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Leadership Development

How to Give Feedback That Works: Strategies and Examples

Leadership Development

How to Give Feedback That Works: Strategies and Examples

Navigate check-in conversations confidently and professionally by learning the principles of effective feedback.
Published on
June 12, 2024

The art of effective communication is the backbone of any thriving personal or professional relationship. In the workplace, providing constructive feedback during check-ins is essential for nurturing employee growth, enhancing performance, and cultivating a harmonious work environment. The Society for Human Resource Management revealed that 76% of employees consider feedback critical to job satisfaction and engagement. However, delivering feedback is a delicate skill that demands finesse and sensitivity.

Managers also play a pivotal role in shaping the feedback culture within their teams. By actively seeking and receptively receiving feedback from their direct reports, managers can gain valuable insights into employee perspectives, identify areas for improvement, and foster a sense of trust and collaboration. When gathered and implemented effectively, feedback for managers can lead to enhanced leadership skills, improved decision-making, and a more engaged and productive workforce.

The Benefits of Feedback in the Workplace

A feedback-rich workplace culture yields many benefits for both employees and organisations. When feedback is embraced as a tool for growth and development, it can lead to:

  • Enhanced employee engagement and satisfaction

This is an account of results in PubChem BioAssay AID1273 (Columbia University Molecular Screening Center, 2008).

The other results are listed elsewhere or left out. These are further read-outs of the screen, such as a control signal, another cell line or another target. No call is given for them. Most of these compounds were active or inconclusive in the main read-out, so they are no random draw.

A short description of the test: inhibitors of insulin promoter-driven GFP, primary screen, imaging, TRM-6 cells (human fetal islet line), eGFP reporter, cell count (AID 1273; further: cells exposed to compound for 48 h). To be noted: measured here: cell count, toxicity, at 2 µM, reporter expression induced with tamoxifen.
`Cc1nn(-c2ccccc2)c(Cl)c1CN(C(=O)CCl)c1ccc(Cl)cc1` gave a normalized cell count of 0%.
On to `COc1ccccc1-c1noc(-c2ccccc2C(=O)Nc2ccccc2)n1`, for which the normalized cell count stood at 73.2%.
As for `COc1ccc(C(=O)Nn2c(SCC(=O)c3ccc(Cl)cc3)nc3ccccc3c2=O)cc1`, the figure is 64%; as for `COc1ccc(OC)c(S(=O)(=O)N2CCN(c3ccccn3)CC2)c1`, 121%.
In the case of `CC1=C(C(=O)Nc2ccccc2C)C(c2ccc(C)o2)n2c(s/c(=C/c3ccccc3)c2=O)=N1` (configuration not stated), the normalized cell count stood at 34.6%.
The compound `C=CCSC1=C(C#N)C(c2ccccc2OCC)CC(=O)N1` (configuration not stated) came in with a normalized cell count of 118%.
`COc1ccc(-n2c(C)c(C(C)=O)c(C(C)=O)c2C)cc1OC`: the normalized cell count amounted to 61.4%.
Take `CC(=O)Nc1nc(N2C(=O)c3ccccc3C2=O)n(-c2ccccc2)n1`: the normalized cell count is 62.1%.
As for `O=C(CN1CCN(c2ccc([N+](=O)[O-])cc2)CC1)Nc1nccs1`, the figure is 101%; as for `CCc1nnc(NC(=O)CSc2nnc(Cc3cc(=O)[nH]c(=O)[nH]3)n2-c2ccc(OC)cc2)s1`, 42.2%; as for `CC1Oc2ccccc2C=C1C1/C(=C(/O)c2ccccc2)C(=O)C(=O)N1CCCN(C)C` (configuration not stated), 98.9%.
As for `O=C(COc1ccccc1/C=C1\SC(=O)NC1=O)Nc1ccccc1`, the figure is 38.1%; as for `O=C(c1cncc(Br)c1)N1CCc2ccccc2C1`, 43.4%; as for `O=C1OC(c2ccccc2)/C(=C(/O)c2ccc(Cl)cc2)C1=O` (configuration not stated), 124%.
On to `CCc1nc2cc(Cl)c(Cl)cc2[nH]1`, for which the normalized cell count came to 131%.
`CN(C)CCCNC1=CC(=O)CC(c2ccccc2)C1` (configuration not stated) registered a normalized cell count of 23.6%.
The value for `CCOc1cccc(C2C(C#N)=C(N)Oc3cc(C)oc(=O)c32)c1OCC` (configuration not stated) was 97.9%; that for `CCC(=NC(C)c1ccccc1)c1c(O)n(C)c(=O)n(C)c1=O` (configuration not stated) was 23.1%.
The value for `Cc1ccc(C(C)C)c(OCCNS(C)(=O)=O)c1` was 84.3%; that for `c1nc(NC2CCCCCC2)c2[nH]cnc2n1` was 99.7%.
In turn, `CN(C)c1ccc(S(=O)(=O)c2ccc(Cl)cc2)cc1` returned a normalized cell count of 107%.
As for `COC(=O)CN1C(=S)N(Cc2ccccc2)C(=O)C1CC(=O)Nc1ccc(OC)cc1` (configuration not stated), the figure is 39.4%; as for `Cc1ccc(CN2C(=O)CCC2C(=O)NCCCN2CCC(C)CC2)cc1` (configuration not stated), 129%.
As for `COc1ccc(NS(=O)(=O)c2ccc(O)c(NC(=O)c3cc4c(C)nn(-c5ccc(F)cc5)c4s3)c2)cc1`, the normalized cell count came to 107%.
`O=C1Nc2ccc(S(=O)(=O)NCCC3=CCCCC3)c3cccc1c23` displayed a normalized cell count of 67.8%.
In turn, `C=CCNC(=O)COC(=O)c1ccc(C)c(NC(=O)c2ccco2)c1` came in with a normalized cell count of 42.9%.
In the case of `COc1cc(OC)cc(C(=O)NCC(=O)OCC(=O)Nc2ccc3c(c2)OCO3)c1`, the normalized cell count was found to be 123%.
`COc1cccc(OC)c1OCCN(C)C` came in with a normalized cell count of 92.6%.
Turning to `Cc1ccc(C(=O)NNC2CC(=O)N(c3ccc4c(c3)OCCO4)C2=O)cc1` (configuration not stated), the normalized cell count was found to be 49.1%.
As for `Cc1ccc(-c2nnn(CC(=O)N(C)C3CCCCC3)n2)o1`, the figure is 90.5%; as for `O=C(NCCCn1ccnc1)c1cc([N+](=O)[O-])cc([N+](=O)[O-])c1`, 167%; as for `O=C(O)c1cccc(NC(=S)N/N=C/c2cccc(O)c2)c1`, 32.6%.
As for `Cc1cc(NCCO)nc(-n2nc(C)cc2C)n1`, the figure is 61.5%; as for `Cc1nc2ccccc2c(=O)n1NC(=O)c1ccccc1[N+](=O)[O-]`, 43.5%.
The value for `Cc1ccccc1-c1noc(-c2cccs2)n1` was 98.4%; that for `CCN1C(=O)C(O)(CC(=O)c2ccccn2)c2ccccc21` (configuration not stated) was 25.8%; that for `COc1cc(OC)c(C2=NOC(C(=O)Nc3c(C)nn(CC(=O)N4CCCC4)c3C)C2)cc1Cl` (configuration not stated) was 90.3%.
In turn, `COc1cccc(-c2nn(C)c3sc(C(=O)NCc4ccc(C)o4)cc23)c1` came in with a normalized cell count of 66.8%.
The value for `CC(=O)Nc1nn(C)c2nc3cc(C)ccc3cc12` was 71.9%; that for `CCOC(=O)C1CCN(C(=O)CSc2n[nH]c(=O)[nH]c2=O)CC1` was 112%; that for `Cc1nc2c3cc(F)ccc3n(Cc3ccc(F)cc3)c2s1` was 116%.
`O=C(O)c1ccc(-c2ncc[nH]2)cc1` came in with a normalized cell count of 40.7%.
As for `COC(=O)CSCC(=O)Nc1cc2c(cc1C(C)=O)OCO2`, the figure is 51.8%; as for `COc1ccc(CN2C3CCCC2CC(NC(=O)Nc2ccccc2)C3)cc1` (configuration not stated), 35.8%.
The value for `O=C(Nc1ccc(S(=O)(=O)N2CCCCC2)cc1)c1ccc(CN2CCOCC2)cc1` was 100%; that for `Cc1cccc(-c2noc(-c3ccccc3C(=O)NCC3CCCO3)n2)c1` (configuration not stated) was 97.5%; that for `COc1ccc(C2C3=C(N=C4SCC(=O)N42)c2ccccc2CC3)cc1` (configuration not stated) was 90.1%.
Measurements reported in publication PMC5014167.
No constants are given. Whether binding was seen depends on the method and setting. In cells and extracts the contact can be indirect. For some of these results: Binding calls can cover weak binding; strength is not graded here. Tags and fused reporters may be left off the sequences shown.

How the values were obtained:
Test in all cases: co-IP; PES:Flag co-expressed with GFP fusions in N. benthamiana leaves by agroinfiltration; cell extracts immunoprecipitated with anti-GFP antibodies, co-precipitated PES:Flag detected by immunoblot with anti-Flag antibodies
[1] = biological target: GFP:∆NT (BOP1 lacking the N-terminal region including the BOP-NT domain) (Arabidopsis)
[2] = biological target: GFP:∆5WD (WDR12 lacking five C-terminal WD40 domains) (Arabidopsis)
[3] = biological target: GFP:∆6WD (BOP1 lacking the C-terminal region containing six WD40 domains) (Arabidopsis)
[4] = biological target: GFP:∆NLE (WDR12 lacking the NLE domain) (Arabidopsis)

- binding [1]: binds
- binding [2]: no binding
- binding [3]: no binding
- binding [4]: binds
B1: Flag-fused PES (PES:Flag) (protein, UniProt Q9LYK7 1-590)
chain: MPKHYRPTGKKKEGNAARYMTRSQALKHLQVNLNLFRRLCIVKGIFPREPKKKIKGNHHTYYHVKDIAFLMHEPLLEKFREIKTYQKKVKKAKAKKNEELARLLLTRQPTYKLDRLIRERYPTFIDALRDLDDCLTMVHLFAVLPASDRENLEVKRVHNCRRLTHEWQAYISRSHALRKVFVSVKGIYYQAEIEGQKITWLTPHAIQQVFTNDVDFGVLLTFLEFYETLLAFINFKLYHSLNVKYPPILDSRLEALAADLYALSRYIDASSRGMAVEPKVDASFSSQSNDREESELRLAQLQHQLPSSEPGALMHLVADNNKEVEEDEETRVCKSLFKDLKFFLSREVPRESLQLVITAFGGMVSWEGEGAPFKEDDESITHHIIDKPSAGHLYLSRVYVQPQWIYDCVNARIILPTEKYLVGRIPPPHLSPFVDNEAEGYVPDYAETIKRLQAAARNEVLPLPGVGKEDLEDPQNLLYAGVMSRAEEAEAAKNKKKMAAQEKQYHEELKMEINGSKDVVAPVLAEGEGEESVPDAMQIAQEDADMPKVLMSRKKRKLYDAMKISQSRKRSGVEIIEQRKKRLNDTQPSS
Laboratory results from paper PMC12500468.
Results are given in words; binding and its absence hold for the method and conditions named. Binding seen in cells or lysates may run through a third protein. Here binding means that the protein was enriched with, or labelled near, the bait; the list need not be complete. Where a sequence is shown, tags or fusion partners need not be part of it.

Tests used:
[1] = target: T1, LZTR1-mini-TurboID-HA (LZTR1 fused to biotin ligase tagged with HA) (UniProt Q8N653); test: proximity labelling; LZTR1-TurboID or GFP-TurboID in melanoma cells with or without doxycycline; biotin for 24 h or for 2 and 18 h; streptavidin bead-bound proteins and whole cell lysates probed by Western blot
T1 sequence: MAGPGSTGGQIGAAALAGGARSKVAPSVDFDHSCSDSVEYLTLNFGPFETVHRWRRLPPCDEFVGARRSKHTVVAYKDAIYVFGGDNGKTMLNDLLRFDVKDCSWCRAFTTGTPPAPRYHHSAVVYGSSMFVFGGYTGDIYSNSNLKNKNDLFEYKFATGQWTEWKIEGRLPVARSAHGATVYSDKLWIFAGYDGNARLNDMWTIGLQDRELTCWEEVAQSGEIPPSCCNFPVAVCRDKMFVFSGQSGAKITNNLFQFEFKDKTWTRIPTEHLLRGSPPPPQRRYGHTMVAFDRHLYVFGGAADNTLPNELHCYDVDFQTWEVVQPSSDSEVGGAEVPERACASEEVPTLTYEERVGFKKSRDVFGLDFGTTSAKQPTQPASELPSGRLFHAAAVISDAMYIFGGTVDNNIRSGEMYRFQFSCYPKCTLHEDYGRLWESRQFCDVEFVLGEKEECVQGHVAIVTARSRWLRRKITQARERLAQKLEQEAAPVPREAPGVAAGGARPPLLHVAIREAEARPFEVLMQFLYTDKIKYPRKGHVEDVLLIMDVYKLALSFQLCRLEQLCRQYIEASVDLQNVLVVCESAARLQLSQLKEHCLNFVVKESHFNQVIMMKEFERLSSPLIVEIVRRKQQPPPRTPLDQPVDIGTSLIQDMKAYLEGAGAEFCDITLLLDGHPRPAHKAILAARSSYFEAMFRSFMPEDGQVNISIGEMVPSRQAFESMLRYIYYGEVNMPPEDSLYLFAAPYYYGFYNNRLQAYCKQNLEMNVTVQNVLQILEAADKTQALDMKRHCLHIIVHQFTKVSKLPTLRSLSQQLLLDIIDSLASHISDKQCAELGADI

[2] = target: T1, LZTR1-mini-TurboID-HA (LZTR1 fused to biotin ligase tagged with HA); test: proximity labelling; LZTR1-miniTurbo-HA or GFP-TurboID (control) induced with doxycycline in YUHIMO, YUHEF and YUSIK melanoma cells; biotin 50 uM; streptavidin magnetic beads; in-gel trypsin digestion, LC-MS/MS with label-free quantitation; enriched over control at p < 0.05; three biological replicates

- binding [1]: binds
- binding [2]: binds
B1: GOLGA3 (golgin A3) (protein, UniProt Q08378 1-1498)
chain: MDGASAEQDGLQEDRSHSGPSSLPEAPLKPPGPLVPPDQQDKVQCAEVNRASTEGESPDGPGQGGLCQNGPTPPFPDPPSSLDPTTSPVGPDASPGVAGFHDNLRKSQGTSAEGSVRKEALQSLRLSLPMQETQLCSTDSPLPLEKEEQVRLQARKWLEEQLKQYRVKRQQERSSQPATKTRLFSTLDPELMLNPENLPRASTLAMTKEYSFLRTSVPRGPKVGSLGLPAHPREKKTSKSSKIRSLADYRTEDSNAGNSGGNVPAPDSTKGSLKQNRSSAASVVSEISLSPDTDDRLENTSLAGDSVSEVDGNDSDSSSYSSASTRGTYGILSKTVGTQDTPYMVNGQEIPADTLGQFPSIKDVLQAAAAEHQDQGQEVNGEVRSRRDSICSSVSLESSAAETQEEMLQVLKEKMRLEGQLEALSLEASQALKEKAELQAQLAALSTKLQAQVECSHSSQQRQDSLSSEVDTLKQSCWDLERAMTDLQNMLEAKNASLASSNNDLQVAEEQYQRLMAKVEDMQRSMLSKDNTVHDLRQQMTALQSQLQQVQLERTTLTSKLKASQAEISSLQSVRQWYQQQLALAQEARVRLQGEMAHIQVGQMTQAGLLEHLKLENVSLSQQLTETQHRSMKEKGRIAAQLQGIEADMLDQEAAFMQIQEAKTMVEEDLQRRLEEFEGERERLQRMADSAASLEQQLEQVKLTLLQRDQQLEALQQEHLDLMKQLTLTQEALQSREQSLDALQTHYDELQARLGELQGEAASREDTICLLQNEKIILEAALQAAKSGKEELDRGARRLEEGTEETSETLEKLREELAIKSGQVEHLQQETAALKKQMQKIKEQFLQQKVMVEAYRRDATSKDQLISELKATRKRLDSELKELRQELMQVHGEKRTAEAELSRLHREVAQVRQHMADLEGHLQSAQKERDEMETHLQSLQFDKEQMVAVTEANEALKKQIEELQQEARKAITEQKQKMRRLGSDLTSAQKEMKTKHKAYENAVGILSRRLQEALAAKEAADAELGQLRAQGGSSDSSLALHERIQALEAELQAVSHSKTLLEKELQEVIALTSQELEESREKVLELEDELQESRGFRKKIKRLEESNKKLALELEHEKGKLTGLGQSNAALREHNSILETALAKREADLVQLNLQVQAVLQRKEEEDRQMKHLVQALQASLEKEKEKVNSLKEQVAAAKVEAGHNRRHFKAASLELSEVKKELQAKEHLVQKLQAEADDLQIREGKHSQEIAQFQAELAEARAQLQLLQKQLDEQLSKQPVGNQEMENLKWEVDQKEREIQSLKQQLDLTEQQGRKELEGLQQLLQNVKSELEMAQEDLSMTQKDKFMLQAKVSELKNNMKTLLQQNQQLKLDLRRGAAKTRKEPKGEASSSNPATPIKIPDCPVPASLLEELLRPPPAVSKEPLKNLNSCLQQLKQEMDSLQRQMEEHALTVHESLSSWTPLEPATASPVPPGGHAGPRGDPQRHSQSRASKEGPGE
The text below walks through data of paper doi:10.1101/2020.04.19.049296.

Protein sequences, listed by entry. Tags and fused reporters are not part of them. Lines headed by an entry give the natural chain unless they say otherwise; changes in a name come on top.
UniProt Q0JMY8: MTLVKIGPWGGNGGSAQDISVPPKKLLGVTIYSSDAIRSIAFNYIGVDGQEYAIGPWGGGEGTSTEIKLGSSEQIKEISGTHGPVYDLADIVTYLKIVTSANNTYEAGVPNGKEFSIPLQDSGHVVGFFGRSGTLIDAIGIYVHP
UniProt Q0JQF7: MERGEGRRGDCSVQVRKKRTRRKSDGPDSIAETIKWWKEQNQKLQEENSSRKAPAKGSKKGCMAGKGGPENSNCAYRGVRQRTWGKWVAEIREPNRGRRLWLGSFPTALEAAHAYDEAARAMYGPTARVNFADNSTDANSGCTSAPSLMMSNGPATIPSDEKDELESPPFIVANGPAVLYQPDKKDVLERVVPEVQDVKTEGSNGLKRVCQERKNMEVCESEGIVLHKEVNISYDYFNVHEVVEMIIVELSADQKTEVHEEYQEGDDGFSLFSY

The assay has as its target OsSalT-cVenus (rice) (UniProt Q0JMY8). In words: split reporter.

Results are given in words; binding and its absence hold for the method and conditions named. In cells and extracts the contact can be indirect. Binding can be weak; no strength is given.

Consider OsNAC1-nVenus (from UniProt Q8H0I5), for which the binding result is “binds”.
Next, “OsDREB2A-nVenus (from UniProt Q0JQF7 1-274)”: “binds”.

• Improved individual and team performance
  • Strengthened communication and collaboration
  • Increased problem-solving and decision-making capabilities
  • A more positive and supportive work environment.

Integrating Feedback into Workplace Practices

Feedback should not be confined to performance reviews or annual evaluations; it should be an integral part of everyday interactions in the workplace. Regular check-ins, one-on-one meetings, and informal discussions allow managers and employees to exchange feedback, address concerns promptly, and celebrate successes. By embedding feedback into daily work routines, organisations can foster a culture of continuous learning and improvement.

We dive into how to provide effective feedback during check-ins below,  empowering managers and employees to navigate these conversations confidently and professionally. By understanding the nuances of feedback delivery, we can foster a culture of open communication, continuous improvement, and mutual respect.‍

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Be Specific and Constructive

Constructive feedback is designed to accelerate learners' development. Effective feedback should be specific and constructive. Instead of vague statements like, "You're doing a good job," or just “Well done”, provide specific examples of what the person did well and how it positively impacted the team or project. Likewise, if there are areas for improvement, offer concrete suggestions for how to make those improvements. Avoid criticism that doesn't offer a growth path.

Examples of Specific and Constructive Feedback 

Performance Review:  "You consistently meet project deadlines and deliver high-quality work. To further enhance your performance, consider proactively seeking opportunities to lead projects and contribute innovative ideas."

Team Collaboration: "During team meetings, you actively participate and provide valuable insights. To improve teamwork, balance your speaking time with active listening and encourage others to share their perspectives."